Monday, January 21, 2013

Oh no...fundraiser time!

Oh those awful school fund raisers!  I'm not just focusing from a parent's perspective either.  I'm recalling the kiddo's anguish too; the agony of receiving the horrific glossy handouts, attending the ridiculous cheer leader pep rallies, and knowing the pressure of having to sell so many of whatever it was to uphold the class' expectation of earning a not-so-exciting pizza party.

Now, if you were one of the motivated few who one, enjoyed selling their hearts out to receive a slew of $1.00 plastic prizes, two, happened to be a perky cheerleader, or three, one of the PTA mothers who worked tirelessly on school fundraising efforts, I apologize.  Please don't take this post personally.  You see, my dear friends and blog readers, I was pitiful at the process and therefore resented the entire experience except for selling the Catholic Tidings Newspaper Seriously?

One would think this would be the most difficult item to sell for Catholic grade schoolers walking door to door in the 1970's.  Truth be told, it was.  Most kids in my class were lucky if their parents would purchase one of these religious gazettes; however, my mother came from a very large and generous Catholic family.  There was always an aunt and/or grandmother prepared to write a check for a Bryant kiddo in need.  Since I was the last one attending this school - for awhile anyway - not only did I receive the family's support but I also had a secret fundraising "weapon". Yes, "weapon".  My mom had a friend who agreed to buy 10 subscriptions from me every year.  Why?  I have no idea.  Perhaps she gave them away as gifts.  Personally, I'd be rather disappointed when I opened that envelope.

In grade school, I was the queen of fundraising.  Eventually all reigns must come to an end along with the pride of wearing the plastic cross of distinction for selling ridiculous amounts of a newspaper published with the Pope's blessing.  Catholic High School soon followed.  I met my doom as it appeared that uniformed teenage girls seemed much more capable of selling anything with chocolate. Unfortunately, I ate more than I sold. 

The candy boxes were doled out during sixth period before school let out and on that first, awful day, I owed myself at least $20 worth of back paid allowance. I gobbled chocolate down so fast it was embarrassing.  I had candy wrappers floating on the floor around my desk during Sister Margaret's eighth period World History Class.  In prior blogs, I mentioned that I had a bit of a weight problem in high school.  The fundraisers and my love for of all things chocolate certainly didn't help.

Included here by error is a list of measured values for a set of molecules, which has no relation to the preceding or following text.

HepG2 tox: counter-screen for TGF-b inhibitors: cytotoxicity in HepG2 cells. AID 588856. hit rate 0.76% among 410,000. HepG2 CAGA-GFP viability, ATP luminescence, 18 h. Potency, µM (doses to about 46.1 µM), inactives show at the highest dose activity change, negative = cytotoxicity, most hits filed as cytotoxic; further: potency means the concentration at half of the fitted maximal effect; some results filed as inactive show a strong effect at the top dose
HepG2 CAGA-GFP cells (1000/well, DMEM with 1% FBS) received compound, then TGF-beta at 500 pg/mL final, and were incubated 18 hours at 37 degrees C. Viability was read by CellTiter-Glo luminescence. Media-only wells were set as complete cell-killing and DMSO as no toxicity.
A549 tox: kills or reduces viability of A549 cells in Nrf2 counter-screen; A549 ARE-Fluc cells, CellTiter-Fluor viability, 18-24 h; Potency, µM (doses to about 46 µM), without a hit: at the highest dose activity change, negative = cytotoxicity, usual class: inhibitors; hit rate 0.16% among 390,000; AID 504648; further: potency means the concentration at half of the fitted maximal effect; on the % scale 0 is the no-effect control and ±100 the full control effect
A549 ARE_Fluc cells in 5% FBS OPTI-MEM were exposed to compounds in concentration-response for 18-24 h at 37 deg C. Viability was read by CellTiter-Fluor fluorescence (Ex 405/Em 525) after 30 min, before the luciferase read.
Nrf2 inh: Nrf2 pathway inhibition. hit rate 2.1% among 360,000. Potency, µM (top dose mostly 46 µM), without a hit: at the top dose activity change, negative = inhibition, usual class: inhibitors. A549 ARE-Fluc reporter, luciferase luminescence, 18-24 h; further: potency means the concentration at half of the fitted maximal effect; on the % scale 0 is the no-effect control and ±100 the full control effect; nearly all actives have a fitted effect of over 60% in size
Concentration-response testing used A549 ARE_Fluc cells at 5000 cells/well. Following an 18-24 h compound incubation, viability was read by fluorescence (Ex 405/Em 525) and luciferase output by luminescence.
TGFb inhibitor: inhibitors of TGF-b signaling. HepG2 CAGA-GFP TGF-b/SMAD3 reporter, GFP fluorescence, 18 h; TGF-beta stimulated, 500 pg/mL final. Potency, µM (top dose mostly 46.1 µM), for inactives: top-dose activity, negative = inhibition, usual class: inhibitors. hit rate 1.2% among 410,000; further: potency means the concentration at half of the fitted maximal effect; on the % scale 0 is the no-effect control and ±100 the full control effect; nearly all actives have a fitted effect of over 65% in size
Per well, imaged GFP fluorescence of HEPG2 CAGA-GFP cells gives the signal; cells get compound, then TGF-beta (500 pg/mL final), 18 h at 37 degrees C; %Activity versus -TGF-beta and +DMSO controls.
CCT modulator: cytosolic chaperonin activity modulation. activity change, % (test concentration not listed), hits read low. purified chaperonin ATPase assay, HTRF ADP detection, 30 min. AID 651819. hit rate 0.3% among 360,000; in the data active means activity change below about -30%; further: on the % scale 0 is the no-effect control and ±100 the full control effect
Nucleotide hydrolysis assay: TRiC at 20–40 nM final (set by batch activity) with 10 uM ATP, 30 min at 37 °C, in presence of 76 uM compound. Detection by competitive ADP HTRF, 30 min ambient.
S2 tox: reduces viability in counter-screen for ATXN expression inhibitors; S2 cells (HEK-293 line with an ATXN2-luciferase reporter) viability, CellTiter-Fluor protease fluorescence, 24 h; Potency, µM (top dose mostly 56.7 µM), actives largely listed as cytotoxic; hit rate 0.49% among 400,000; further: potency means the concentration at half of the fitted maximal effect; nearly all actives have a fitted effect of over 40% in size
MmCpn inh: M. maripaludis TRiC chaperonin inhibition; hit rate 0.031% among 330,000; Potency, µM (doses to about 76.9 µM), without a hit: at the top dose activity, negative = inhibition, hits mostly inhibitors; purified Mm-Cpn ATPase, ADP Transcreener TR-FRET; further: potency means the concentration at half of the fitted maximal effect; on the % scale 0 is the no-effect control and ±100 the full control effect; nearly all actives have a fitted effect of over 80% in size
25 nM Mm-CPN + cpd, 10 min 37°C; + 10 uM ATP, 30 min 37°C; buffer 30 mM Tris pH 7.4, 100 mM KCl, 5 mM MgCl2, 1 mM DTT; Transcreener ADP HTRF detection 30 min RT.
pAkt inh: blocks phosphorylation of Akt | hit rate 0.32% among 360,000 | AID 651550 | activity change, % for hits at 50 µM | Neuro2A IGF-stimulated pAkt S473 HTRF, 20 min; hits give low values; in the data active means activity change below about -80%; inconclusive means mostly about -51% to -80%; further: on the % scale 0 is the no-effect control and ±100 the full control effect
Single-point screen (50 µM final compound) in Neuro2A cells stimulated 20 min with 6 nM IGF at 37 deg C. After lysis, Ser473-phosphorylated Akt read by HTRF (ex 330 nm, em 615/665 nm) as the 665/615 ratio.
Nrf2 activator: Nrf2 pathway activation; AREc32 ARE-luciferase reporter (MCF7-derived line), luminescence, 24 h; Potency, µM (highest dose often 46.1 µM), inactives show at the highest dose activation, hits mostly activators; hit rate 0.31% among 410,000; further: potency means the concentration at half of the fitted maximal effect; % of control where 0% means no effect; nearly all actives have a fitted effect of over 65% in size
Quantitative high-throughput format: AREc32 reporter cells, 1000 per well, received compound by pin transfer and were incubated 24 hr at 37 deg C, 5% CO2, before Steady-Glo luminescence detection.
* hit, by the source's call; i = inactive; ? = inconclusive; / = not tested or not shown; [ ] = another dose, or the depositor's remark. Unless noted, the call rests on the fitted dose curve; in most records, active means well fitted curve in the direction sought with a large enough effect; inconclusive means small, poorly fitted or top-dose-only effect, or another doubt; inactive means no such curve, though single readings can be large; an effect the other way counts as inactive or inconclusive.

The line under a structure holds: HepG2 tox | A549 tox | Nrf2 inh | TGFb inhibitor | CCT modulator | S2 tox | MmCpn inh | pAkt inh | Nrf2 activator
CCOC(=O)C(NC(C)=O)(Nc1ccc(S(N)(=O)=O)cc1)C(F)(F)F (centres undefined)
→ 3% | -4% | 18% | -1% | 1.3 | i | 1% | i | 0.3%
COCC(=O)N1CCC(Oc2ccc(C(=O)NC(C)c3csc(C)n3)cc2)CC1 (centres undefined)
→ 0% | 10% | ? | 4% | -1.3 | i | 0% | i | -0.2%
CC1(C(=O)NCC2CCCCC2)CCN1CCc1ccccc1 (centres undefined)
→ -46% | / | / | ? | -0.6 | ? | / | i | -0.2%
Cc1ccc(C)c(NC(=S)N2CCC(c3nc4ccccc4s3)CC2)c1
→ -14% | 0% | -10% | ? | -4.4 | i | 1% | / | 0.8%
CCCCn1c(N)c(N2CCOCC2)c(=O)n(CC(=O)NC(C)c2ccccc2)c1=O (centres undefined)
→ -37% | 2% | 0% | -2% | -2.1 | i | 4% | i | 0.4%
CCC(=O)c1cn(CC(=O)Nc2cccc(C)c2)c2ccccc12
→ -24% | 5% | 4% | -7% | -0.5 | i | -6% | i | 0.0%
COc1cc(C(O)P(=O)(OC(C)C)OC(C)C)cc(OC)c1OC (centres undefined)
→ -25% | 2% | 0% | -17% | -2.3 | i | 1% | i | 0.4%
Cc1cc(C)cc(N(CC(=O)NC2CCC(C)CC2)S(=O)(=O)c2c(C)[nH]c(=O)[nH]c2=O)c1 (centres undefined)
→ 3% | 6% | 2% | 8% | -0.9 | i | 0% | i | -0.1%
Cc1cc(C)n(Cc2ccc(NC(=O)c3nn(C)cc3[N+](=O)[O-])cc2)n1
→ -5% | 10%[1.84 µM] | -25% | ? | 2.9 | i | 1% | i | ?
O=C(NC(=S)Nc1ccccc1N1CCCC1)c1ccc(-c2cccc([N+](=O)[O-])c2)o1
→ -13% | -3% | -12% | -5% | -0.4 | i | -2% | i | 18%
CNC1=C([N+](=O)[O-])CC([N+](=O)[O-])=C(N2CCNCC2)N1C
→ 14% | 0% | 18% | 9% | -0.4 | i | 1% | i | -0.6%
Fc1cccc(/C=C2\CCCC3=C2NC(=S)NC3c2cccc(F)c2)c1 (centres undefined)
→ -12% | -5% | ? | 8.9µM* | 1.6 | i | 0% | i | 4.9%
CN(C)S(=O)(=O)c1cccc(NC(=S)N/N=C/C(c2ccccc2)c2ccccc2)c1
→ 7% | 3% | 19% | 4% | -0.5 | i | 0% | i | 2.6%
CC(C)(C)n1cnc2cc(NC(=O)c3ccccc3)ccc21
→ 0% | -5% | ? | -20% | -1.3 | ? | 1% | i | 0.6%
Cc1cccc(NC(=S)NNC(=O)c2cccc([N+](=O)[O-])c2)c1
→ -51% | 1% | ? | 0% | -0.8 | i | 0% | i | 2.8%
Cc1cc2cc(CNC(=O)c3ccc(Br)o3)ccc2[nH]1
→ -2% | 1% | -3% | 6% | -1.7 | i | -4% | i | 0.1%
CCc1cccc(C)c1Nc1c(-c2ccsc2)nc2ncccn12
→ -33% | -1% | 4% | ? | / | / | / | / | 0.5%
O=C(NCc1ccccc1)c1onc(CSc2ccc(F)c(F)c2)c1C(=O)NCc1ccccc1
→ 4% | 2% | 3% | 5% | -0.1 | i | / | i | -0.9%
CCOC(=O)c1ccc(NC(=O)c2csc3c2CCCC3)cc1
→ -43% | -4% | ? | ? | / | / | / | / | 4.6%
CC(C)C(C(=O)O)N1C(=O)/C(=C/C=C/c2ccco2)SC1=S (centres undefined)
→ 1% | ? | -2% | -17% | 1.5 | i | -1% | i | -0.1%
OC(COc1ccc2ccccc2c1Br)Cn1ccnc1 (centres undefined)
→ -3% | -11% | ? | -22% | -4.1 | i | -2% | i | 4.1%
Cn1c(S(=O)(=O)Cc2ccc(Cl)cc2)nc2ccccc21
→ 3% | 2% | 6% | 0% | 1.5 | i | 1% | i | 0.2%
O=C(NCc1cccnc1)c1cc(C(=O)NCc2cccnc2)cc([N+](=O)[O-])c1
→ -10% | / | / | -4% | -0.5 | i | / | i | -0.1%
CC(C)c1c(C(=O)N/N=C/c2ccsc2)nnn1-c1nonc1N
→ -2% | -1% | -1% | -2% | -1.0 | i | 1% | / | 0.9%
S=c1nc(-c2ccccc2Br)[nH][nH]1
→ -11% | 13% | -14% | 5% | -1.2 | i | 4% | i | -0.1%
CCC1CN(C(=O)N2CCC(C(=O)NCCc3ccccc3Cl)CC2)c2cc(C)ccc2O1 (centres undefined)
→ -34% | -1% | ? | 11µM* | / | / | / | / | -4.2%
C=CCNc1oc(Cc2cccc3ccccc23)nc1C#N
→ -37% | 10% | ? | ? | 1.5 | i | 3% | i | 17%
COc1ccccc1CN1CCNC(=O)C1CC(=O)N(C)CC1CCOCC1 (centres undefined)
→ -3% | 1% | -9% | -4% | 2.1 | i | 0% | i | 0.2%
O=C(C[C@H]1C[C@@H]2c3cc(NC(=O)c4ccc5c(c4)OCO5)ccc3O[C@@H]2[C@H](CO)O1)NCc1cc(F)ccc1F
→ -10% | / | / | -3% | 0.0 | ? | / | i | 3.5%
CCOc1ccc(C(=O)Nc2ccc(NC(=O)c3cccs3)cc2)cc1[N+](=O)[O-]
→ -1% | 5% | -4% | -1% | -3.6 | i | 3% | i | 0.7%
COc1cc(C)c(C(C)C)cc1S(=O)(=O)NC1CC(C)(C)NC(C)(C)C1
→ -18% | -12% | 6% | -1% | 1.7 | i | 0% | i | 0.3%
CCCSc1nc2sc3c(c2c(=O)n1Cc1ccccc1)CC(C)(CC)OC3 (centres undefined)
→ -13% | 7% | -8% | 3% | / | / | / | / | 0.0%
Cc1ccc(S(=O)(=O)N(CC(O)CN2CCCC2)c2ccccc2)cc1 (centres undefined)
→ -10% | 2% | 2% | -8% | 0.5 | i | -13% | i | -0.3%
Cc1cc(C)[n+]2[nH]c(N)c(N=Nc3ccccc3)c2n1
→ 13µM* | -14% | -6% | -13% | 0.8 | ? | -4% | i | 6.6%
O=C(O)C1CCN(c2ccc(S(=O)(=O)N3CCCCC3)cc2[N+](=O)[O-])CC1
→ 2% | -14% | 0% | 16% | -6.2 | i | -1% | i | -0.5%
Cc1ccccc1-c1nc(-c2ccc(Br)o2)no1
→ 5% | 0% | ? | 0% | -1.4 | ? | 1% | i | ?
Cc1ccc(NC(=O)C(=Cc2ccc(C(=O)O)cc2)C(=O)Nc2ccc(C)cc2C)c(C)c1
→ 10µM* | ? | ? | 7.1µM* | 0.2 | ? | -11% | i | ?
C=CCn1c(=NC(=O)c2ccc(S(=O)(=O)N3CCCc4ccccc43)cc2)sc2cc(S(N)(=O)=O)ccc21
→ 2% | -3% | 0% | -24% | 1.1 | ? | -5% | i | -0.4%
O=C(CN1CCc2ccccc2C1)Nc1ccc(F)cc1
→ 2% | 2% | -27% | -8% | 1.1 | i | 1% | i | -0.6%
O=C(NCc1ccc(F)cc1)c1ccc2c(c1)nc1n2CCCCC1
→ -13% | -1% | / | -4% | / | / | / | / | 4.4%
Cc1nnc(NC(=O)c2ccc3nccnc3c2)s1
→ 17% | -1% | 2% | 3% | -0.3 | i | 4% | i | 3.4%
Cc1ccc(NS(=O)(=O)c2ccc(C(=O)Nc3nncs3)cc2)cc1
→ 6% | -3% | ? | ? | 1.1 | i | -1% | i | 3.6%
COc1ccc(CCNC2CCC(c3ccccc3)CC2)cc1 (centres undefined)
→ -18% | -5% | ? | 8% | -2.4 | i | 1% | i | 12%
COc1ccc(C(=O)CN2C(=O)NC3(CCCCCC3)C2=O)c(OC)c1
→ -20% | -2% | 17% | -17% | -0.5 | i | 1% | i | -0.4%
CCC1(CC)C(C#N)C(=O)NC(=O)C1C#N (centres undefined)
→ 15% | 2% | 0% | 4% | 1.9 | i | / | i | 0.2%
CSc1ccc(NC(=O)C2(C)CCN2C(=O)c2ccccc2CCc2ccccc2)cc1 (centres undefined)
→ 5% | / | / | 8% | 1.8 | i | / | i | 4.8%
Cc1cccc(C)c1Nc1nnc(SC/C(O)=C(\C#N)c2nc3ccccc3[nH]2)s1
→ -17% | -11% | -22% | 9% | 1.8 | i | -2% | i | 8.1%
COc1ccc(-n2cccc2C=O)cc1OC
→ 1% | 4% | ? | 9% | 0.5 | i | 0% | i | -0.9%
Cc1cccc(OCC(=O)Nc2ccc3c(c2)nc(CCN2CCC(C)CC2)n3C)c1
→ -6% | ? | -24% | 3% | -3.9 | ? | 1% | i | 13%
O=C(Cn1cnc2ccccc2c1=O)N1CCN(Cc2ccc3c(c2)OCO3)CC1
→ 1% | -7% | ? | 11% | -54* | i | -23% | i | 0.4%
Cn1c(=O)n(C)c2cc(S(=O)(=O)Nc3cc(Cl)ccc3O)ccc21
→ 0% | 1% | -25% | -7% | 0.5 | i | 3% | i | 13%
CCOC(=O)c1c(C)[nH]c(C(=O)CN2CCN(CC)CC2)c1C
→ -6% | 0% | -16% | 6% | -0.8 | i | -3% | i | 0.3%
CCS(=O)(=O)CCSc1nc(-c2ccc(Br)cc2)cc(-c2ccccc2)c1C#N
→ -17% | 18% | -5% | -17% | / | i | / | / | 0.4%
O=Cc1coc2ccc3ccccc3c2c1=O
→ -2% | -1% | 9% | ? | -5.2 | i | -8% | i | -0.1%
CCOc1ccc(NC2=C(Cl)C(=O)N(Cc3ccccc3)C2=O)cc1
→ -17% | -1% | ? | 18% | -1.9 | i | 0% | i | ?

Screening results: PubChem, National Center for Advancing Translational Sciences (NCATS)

Chocolate has always been an issue for the Bryant family.  I believe it was actually inherited from my maternal grandfather, Robert Baxter.  I hadn't learned about it until I was an adult.  My nanny, his wife, told me he used to hide boxes of chocolates throughout the house to prevent his eight children from eating them.  She said that for years after he had died, she'd still find half eaten boxes of chocolates in the most bizarre places.  It made sense as I recalled my childhood and my mother hovering with a fork over the frosting of a chocolate cake or waking up to the sound of my sister, Kathleen, devouring an entire bag of Hershey Kisses during the last term of her first pregnancy.  Yes, chocolate is a curse for the Bryant clan.

It's 8:27am on a Monday morning and as I sit here blasting out this blog, I'm drinking a bowl of candy bar in a cup (1/3 cup coffee, 1/3 cup nonfat half-half, 4 tbsp Hershey Chocolate Syrup, and 4 packets of artificial sweetener).  I'm also sucking/chomping on Dove Dark Chocolate candies.  I feel these are far less fattening than the milk chocolate ones and keep me from coughing better than mentholated cherry cough drops (I'm getting over a cold).  Why am I sharing this information?  I'll let you be the judge of that.

Needless to say, I dreaded fundraisers as a student as much as I do now.  I won't allow my boys to go door to door.  I have too much sympathy for my neighbors to impose my Aspergian sons upon them begging for sales and getting distracted by the site of something in their houses instead.  My kiddos have been known to walk into stranger's homes and ask to disassemble grandfather clocks or fix broken vacuums.  No, my sons aren't allowed to walk door to door even with their dad standing next them.  Plus, what do you think the boys sell?  That's right, chocolate.  And, guess who has to buy it in mass quantities in order for them to earn their class not-so-exciting pizza party?  Yep, you guessed it, me.